SpaceX Tesla Roadster spotted from Earth

Posted by Jake Parks
on Monday, February 26, 2018

As part of the February 6 launch of SpaceX’s Falcon Heavy rocket, Elon Musk supplied a red Tesla Roadster that was released into a highly elliptical orbit between Earth and Mars. During twilight on February 9, Tony Farnham used the Lowell Observatory Discovery Channel Telescope to capture this snapshot of the orbiting vehicle. // T. Farnharn/M. Knight (UMD), D. Schleicher (Lowell)

At 3:45 p.m. EST on February 6, the spaceflight company SpaceX made history by successfully launching the most powerful privately developed rocket ever built — the Falcon Heavy. (The Saturn V, which catapulted the Apollo missions to the Moon, was the most powerful rocket of all time.) At 230 feet (70 meters) tall, the Falcon Heavy is capable of ferrying a payload of nearly 141,000 pounds (64 metric tons) into low-Earth orbit. This is roughly twice the payload that any other competing rocket is capable of launching.

Although the maiden flight of SpaceX’s Falcon Heavy rocket was technically a test flight, in true SpaceX fashion, the company included a special object as its dummy payload: Elon Musk’s cherry red Tesla Roadster, which is occupied by the now-famous mannequin named Starman.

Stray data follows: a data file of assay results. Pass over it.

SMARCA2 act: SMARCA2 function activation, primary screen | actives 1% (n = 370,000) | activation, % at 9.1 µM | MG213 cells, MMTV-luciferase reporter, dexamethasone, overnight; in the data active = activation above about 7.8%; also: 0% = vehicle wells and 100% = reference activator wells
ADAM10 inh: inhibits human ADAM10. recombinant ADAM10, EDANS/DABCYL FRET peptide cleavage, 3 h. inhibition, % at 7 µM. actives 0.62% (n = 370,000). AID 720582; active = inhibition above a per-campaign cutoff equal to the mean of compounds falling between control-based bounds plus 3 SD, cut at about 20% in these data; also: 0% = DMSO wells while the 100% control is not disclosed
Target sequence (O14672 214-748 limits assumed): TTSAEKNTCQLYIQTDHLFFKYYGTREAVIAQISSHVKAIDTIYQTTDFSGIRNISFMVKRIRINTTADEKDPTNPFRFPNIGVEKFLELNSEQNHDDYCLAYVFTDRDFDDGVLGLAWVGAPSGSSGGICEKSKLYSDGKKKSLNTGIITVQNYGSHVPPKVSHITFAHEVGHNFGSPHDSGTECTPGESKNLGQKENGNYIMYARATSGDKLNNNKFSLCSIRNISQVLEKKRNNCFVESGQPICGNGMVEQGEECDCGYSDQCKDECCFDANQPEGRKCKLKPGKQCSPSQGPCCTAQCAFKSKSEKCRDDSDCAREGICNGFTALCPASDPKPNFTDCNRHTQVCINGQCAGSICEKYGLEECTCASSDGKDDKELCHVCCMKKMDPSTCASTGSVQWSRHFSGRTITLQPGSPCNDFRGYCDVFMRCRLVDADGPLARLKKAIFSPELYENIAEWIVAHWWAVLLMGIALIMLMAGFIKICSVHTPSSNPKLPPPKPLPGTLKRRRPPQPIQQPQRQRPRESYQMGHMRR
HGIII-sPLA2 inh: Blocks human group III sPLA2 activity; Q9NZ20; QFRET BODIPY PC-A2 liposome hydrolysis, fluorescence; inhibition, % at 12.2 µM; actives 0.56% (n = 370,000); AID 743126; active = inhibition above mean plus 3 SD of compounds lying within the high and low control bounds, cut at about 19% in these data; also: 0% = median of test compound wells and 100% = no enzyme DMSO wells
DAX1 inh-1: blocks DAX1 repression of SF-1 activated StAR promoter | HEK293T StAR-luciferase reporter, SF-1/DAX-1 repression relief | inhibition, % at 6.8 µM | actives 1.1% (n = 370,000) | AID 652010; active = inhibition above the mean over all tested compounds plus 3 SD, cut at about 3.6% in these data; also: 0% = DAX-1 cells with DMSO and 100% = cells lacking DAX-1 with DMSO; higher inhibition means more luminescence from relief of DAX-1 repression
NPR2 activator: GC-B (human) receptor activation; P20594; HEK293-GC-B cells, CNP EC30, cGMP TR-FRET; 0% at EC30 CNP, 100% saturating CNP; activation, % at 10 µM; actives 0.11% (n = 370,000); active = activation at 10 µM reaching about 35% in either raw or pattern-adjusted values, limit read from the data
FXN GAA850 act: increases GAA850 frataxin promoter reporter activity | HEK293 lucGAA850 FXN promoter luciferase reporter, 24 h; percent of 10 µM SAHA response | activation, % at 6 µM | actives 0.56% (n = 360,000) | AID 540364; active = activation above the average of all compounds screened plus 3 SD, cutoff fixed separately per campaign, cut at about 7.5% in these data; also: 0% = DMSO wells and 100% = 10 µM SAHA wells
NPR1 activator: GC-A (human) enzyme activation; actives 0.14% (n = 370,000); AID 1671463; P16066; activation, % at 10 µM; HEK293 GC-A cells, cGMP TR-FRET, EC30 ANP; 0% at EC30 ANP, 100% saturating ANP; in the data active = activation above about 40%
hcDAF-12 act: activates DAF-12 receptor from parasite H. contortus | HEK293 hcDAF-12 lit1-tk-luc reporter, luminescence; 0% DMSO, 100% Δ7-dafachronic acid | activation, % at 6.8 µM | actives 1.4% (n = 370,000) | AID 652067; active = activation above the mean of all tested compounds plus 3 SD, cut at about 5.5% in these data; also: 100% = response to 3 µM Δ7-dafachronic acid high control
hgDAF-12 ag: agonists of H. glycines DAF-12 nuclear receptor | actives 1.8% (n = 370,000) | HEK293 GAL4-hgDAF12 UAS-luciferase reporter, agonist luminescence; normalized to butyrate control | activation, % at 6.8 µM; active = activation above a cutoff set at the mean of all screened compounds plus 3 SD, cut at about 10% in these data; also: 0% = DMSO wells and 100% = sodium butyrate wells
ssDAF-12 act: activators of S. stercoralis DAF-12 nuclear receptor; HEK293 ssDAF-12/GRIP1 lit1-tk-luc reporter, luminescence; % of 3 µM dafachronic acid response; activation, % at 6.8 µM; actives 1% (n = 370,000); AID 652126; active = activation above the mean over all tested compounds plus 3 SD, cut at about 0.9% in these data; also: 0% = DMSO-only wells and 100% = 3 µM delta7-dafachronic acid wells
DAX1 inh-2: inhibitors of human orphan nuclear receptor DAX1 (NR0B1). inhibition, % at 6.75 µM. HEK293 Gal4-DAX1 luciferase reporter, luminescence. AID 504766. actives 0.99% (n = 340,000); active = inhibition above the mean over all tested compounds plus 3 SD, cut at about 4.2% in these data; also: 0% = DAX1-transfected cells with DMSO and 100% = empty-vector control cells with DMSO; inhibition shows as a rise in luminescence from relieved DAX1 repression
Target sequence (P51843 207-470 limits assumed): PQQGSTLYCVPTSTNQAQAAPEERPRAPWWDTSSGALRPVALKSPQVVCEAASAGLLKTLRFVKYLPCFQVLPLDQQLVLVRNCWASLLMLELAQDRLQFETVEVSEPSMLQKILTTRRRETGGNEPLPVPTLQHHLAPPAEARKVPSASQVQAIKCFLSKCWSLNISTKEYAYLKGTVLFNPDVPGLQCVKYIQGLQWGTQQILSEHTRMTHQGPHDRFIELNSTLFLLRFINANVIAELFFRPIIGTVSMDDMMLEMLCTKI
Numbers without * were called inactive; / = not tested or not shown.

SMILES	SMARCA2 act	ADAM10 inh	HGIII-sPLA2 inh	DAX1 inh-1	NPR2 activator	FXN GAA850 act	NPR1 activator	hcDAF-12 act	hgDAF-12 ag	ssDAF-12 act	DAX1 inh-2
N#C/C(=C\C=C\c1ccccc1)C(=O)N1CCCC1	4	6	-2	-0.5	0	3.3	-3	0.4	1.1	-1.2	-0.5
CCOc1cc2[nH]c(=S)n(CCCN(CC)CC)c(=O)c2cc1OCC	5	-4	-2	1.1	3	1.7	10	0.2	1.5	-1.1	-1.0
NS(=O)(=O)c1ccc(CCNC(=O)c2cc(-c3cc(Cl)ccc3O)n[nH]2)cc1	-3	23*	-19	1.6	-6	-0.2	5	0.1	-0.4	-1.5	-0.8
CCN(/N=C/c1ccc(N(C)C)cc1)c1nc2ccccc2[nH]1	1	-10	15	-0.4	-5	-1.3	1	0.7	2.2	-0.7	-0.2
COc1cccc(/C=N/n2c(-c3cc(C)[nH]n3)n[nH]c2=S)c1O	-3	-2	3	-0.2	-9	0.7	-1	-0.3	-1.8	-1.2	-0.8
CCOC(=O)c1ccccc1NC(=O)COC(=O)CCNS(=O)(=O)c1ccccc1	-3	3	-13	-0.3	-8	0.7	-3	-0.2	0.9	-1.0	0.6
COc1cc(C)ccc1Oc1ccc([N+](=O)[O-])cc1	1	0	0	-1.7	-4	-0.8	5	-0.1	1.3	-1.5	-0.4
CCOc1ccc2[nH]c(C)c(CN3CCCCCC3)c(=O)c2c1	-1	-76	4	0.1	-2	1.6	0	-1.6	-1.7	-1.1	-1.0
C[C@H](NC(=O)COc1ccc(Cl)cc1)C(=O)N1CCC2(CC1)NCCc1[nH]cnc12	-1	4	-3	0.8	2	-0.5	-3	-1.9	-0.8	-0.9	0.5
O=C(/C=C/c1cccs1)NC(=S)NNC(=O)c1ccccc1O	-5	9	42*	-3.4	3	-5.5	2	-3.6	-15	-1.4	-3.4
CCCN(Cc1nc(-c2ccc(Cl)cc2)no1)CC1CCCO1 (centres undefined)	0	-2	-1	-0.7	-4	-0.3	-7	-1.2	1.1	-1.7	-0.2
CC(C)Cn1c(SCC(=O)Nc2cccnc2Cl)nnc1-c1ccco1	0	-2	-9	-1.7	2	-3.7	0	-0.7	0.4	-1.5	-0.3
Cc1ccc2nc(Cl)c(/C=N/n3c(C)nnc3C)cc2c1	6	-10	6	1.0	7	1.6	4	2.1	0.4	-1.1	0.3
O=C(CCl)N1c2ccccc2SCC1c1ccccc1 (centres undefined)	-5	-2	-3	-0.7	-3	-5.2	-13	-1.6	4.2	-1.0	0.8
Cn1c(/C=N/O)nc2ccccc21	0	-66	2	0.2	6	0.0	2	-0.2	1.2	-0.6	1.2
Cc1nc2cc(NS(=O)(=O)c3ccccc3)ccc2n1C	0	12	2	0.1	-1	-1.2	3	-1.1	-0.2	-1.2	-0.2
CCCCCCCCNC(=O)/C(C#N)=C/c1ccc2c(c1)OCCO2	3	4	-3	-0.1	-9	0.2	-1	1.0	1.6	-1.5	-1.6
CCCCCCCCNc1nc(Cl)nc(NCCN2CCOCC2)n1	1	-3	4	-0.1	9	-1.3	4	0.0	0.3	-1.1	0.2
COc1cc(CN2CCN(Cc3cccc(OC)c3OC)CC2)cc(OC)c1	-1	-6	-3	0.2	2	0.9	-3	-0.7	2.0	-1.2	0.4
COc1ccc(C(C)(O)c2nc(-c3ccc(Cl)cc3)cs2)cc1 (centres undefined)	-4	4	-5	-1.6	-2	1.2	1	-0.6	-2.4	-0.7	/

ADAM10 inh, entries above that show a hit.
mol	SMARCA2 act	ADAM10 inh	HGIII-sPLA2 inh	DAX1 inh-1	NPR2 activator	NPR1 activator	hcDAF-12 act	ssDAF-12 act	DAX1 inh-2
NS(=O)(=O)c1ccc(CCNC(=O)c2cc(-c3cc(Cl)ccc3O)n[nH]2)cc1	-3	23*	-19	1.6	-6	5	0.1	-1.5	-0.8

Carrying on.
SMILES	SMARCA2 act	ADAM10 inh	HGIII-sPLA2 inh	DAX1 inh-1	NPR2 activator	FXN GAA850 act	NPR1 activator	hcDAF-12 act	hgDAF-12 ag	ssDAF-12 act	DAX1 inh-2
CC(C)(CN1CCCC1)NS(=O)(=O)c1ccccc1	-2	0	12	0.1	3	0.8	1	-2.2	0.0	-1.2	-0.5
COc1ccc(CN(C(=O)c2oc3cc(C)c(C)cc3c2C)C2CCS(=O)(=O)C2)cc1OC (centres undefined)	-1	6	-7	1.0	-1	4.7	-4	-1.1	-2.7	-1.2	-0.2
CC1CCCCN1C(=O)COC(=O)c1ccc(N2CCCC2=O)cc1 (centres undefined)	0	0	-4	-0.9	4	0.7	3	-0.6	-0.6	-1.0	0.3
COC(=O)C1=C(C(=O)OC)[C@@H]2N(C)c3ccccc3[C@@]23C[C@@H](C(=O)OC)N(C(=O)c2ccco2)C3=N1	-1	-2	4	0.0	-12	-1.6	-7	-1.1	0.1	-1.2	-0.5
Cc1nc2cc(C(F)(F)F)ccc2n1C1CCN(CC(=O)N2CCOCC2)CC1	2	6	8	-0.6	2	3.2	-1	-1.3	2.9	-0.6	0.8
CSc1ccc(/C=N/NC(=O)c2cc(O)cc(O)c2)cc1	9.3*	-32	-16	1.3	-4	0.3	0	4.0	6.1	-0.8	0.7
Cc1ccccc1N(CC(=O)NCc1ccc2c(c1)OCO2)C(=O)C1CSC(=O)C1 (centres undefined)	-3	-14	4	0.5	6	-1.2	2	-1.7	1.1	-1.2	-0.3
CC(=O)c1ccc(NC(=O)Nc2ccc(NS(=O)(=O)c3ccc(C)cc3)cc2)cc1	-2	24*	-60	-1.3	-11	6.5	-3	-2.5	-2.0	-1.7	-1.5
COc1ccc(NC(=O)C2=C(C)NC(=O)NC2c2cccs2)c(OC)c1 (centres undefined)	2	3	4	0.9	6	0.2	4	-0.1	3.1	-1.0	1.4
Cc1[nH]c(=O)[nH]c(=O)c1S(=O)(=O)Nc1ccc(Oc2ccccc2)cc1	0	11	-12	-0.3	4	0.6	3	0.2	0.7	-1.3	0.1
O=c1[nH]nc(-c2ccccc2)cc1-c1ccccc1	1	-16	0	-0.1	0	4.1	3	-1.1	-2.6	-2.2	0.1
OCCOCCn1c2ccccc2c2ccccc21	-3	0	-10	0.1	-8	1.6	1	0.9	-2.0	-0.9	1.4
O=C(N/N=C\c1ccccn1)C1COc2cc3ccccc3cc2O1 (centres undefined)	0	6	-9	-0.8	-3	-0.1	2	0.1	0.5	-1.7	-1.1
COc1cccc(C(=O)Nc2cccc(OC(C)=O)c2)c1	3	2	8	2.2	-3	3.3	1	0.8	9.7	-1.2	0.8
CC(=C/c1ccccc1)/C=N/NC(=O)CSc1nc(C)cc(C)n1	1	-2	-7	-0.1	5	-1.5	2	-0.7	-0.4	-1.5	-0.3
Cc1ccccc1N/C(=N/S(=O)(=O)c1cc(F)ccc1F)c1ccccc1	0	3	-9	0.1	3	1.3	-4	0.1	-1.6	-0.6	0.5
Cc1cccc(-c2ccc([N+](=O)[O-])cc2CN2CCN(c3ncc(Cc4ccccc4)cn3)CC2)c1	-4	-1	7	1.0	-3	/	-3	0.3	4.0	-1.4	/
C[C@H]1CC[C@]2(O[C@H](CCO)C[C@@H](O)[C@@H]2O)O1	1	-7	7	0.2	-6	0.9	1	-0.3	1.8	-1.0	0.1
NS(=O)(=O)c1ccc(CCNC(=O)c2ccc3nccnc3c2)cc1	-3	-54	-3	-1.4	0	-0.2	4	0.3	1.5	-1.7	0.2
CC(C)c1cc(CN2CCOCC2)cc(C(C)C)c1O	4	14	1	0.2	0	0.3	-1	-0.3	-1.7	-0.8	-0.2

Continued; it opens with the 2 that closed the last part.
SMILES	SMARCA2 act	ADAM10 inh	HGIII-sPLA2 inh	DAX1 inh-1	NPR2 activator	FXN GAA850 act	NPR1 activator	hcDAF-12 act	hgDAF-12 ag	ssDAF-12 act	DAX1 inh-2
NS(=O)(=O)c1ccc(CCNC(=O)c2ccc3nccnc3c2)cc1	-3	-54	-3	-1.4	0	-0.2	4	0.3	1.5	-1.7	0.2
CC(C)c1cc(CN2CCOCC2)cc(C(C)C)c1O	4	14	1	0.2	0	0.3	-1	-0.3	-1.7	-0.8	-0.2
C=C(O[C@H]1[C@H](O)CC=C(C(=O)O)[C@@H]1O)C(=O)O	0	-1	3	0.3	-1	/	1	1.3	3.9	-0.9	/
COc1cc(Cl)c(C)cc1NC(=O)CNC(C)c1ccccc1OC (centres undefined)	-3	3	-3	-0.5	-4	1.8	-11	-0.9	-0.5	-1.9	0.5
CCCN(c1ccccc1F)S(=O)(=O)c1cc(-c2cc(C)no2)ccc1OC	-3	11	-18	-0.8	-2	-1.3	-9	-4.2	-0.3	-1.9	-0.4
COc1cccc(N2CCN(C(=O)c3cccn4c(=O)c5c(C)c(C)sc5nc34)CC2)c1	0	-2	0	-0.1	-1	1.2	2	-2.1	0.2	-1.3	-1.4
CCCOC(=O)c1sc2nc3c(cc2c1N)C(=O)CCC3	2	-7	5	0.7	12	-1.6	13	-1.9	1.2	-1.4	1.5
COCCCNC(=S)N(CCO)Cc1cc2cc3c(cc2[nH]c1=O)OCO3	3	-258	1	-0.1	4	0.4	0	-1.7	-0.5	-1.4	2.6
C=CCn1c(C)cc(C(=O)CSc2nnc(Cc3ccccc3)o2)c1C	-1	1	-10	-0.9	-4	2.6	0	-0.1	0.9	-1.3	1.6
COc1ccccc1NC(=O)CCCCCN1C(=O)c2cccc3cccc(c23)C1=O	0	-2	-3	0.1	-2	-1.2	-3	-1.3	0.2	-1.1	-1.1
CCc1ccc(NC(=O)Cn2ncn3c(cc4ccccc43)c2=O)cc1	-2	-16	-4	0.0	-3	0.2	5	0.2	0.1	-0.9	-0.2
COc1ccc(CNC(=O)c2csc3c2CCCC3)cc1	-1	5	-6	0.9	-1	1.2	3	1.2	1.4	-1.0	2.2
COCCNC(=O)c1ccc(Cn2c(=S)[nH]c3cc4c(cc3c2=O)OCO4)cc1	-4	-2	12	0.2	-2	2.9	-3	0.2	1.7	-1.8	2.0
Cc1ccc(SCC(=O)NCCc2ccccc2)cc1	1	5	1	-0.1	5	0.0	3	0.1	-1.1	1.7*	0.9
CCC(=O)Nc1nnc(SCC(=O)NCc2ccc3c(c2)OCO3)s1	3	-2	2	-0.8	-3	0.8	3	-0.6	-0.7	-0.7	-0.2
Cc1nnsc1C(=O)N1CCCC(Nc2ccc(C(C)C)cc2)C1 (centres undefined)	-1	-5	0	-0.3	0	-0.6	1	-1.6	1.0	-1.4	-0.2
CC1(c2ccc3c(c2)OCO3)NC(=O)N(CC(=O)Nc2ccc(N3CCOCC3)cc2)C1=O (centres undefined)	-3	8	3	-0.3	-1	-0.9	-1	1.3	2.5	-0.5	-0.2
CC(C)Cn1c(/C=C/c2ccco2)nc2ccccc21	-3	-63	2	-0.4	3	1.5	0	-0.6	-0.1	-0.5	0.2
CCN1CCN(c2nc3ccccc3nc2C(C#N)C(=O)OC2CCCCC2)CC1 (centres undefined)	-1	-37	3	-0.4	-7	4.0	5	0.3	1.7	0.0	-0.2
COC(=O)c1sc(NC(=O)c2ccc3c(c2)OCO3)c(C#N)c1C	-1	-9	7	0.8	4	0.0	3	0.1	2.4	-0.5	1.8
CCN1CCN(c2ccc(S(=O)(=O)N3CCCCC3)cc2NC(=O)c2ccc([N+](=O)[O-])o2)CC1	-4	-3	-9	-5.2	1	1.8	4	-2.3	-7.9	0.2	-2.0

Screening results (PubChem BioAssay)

Currently, Starman and his Roadster are embarking on the first leg of a long cosmic road trip around the Sun, one that is estimated to last tens of millions of years and will repeatedly take Starman nearly as far from the Sun as Mars.

On February 9, with Starman and his Roadster quickly retreating from Earth, astronomer Tony Farnham from the University of Maryland saw an opportunity. As the previous night of observing wound down, and the first light of twilight approached, Farnham decided to turn the Lowell Observatory Discovery Channel Telescope to a non-scientific target, ultimately capturing the above image of Starman and his Tesla.

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